According to a news release, the SEALs Brotherhood program does the following:
Empowers youth with SEAL tools and mental toughness techniques to face and overcome the challenges they confront in today’s fast-paced world.
Provides young men and their communities memorable experiences.
Taps into the competitive spirit of individuals and encourages the “never quit” attitude
Invites ALL to challenge their own limits!
Despite the positive work clearly being done by Jones and others, the U. S. Navy SEAL organization has internal issues of its own. Jones is one of only 50 African-Americans out of 2,500 Navy SEALs.
“People ask, ‘Well, why is that?’” Jones recounts.
He points to the study-based fact that many African-American children shy away from water and swimming and take those inhibitions into adulthood. But, he concedes it’s also a shortcoming in outreach and awareness.
“You can’t aspire to be something that you have no idea what it is,” Jones says.
Navy Public Affairs Specialist Scott Williams agrees. He says the racial makeup of the Navy SEALs is around 85 percent Caucasian and the rest are racial minorities.
“For African-Americans, it’s pretty low, only about 2 percent enlisted and 1 percent officers,” he says. “This is one of the things we look at. We look at our force and we realize we really need more diversity if we’re going to be a strong force. And we haven’t done a good job in the past of reaching out to minority communities and letting them know about the opportunity to have a career in the Navy SEALs, so that’s part of our objective.”
As is the case historically, when ever given an opportunity, African-Americans meet the challenge and soar. Williams describes an event last month with the Montgomery County Sports Academy in Maryland:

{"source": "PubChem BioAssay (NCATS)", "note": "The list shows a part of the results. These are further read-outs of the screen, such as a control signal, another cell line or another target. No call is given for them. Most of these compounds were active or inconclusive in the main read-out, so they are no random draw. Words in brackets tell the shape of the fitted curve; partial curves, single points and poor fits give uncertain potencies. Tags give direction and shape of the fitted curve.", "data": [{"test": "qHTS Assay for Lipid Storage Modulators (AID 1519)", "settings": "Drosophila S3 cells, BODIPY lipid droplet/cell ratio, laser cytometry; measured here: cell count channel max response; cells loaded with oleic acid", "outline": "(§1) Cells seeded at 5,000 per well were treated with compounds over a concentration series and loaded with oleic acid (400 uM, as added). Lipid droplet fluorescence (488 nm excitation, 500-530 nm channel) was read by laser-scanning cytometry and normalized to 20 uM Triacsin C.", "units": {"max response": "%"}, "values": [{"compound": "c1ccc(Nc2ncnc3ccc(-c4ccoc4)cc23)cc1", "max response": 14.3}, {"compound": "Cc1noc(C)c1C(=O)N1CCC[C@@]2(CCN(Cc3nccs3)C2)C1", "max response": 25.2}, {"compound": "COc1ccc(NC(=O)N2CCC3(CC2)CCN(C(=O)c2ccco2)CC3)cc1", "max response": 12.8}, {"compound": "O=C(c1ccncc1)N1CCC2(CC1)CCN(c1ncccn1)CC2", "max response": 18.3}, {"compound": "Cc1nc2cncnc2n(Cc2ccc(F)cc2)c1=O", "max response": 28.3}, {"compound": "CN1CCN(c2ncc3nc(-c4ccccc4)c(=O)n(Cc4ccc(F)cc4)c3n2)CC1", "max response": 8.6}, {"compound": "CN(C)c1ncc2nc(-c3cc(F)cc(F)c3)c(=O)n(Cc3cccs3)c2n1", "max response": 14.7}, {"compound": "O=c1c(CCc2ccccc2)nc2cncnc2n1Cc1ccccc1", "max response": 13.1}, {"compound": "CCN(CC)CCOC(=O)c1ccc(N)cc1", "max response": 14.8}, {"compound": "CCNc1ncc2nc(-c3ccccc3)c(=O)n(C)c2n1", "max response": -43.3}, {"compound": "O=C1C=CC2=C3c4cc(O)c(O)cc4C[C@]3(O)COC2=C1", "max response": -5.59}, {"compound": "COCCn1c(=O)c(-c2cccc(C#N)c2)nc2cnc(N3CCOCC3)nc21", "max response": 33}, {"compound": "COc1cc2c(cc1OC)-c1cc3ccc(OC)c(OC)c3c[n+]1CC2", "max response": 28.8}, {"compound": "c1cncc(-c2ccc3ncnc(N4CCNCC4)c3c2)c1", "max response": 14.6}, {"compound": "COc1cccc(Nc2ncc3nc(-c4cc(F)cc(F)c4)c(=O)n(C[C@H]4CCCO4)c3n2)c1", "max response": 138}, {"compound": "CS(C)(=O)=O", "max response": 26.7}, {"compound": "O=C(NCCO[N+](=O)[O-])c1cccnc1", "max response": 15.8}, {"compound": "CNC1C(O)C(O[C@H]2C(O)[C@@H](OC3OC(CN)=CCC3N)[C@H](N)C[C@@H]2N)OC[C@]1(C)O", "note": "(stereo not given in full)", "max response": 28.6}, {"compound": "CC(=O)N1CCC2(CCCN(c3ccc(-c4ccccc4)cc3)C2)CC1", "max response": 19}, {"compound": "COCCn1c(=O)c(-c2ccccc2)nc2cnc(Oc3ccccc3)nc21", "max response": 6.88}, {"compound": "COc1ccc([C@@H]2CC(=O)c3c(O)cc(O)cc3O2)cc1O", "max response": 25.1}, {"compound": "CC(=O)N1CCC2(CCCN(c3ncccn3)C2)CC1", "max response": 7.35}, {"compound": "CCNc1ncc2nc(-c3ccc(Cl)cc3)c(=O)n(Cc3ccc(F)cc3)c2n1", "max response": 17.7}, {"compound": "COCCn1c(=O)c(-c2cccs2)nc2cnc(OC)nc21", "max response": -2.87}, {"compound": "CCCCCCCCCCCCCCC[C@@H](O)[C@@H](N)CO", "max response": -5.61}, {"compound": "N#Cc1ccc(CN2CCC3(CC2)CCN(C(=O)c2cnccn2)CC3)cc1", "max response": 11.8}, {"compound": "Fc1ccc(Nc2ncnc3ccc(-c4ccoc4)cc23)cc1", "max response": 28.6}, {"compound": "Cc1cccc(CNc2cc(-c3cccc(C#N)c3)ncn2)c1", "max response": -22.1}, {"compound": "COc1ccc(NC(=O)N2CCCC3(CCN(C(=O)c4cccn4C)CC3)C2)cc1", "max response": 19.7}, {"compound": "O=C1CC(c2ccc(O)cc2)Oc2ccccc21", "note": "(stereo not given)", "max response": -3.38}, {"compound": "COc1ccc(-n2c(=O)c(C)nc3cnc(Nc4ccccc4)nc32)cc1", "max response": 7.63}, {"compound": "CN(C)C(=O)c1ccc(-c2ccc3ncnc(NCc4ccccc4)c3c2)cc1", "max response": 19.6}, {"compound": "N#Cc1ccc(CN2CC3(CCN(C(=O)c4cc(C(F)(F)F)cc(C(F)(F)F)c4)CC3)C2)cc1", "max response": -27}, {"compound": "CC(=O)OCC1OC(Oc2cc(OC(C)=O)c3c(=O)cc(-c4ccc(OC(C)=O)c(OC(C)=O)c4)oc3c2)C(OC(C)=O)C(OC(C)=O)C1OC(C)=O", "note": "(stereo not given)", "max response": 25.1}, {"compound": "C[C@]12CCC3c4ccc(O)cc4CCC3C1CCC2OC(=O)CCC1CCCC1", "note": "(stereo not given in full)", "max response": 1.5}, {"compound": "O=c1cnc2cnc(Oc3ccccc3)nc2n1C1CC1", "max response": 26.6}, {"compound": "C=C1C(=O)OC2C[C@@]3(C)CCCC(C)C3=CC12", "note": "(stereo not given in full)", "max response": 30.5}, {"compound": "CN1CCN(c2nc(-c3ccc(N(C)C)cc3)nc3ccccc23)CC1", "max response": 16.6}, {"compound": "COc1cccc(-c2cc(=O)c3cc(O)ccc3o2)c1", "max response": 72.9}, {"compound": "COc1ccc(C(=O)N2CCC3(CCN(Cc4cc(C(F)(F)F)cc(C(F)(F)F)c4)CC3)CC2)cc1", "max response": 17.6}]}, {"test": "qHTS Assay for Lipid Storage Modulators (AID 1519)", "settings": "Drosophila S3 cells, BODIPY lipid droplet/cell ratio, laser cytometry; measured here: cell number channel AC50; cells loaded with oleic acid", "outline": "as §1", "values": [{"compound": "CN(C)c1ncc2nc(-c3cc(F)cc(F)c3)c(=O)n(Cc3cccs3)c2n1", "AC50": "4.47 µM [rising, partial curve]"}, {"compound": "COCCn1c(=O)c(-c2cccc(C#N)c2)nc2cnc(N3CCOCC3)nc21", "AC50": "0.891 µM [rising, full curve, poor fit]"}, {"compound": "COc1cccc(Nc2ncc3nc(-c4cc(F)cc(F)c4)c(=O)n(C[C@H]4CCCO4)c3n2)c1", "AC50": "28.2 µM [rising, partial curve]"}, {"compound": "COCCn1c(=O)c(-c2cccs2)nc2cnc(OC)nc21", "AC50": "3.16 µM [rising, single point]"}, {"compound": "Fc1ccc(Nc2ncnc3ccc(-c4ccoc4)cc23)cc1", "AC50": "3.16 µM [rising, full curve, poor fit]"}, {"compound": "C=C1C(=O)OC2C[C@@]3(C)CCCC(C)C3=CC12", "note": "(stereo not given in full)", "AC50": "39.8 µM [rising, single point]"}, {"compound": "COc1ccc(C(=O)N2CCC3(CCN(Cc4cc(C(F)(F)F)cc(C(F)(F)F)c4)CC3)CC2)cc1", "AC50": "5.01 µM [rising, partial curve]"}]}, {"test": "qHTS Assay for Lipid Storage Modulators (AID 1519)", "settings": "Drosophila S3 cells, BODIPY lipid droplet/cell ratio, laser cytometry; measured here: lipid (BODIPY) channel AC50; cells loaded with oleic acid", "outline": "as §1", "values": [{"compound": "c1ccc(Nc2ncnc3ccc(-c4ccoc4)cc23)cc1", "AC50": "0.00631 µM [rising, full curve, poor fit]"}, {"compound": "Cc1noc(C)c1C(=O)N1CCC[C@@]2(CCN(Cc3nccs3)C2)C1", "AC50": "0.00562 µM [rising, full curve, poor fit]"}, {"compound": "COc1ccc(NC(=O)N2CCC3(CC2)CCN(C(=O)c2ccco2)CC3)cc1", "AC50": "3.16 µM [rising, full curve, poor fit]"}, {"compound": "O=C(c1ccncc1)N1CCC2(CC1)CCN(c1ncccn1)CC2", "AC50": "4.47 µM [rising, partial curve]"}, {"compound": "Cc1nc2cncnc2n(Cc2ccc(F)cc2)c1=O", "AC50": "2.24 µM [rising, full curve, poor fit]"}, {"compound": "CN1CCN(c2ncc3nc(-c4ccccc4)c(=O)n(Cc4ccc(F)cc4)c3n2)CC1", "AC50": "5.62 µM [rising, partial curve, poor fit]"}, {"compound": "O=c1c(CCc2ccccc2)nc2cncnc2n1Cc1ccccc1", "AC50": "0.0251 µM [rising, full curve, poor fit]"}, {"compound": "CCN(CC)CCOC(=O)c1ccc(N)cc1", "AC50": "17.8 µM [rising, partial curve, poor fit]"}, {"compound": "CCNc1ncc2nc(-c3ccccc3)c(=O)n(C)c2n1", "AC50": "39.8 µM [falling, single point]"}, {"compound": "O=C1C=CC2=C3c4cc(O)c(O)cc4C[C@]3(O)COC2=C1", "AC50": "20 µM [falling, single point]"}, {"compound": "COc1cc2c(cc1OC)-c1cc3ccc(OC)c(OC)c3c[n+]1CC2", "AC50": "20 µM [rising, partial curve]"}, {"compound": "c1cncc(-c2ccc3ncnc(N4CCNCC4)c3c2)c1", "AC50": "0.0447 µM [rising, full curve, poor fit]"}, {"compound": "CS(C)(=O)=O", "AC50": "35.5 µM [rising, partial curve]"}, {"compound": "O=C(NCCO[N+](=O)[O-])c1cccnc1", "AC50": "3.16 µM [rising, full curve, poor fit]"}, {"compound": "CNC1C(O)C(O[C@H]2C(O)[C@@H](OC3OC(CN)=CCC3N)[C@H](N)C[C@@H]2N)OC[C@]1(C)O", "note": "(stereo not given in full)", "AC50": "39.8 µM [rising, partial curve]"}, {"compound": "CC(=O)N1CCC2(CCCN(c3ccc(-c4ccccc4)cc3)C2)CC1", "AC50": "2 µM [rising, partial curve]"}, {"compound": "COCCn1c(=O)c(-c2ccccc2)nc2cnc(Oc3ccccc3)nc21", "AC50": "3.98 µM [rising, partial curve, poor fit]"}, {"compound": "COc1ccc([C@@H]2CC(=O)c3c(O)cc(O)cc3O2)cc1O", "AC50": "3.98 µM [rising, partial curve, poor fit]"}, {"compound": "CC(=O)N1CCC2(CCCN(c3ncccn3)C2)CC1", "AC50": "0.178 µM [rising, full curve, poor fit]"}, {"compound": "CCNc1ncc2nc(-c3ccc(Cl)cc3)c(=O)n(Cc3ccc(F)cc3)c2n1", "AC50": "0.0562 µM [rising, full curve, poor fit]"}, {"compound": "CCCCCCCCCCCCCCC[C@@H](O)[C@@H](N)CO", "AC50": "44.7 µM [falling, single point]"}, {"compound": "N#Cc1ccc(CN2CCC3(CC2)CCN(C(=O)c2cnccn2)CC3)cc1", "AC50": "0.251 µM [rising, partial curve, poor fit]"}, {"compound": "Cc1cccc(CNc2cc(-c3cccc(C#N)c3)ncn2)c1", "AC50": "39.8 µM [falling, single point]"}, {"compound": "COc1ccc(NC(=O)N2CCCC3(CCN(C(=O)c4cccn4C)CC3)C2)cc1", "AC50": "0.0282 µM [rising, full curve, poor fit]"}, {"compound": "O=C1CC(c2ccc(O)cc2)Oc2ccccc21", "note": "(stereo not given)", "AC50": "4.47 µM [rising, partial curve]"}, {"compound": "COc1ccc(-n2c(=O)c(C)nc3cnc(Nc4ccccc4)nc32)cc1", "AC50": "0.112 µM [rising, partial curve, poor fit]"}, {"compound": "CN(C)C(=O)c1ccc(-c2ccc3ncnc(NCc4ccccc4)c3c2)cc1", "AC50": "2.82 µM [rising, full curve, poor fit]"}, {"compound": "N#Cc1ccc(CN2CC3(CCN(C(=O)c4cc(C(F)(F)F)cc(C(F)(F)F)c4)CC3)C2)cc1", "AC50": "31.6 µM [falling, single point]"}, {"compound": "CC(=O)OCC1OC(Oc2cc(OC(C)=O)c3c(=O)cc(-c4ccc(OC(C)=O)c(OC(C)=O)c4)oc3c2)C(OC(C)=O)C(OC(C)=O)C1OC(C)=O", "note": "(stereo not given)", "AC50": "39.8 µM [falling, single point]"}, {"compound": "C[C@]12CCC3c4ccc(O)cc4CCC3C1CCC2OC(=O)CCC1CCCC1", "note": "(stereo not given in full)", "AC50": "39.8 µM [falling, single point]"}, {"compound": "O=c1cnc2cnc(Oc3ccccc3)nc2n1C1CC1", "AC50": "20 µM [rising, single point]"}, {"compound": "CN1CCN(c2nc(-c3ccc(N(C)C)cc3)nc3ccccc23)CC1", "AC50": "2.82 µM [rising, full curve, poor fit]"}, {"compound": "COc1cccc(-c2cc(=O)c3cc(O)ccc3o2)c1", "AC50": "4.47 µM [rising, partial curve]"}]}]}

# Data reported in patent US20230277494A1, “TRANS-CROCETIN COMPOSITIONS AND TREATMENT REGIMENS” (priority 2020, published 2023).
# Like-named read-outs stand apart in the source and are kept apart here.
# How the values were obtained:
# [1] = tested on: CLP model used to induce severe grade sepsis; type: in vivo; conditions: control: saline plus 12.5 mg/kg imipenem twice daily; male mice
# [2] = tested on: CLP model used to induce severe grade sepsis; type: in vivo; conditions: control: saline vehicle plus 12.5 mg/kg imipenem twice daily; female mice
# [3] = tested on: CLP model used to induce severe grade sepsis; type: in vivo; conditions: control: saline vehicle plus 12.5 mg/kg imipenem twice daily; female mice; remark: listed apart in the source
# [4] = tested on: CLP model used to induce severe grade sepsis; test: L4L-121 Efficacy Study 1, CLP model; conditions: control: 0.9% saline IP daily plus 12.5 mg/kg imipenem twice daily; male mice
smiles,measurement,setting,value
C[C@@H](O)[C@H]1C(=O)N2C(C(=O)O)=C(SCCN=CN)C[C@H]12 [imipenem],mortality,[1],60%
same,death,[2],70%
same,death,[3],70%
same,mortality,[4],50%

“We had a SEAL fitness challenge there that the participating kids from four different high schools in the area, they were training for several weeks under the auspices of the sports academy specifically for that event,” he recalled. “Some of them had never even swam before, didn’t know how to swim. And by the time we had that SEAL fitness challenge, they were able to make laps in the pool. We thought that was a pretty cool thing.”
The mission of the new SEAL Brotherhood program, which officially launched May 30, is not to recruit, but simply to inform, Williams says. “Our mission is really just about awareness, information, assistance…We don’t bring anybody into the Navy, literally.”
Jones is not a recruiter and shuns implications that his sole mission is focused on bringing more Blacks into the SEALs. But, describing the SEAL training as “the toughest military training in the United States Military, perhaps the world,” he expresses hopes that the time he spends will erase at least some of the mystique and impart some of the positive attributes for whatever the students ultimately decide to do.
“I think the most impactful thing is when they hear my story and they see that, hey, I was no superman before I went out for SEAL training,” he said. “I was a regular person just like them and they see that a regular person with a complex background like they have can make it. They understand what mental toughness is. I think that is impactful in terms of them applying this to other things they are trying to do or accomplish in their lives.”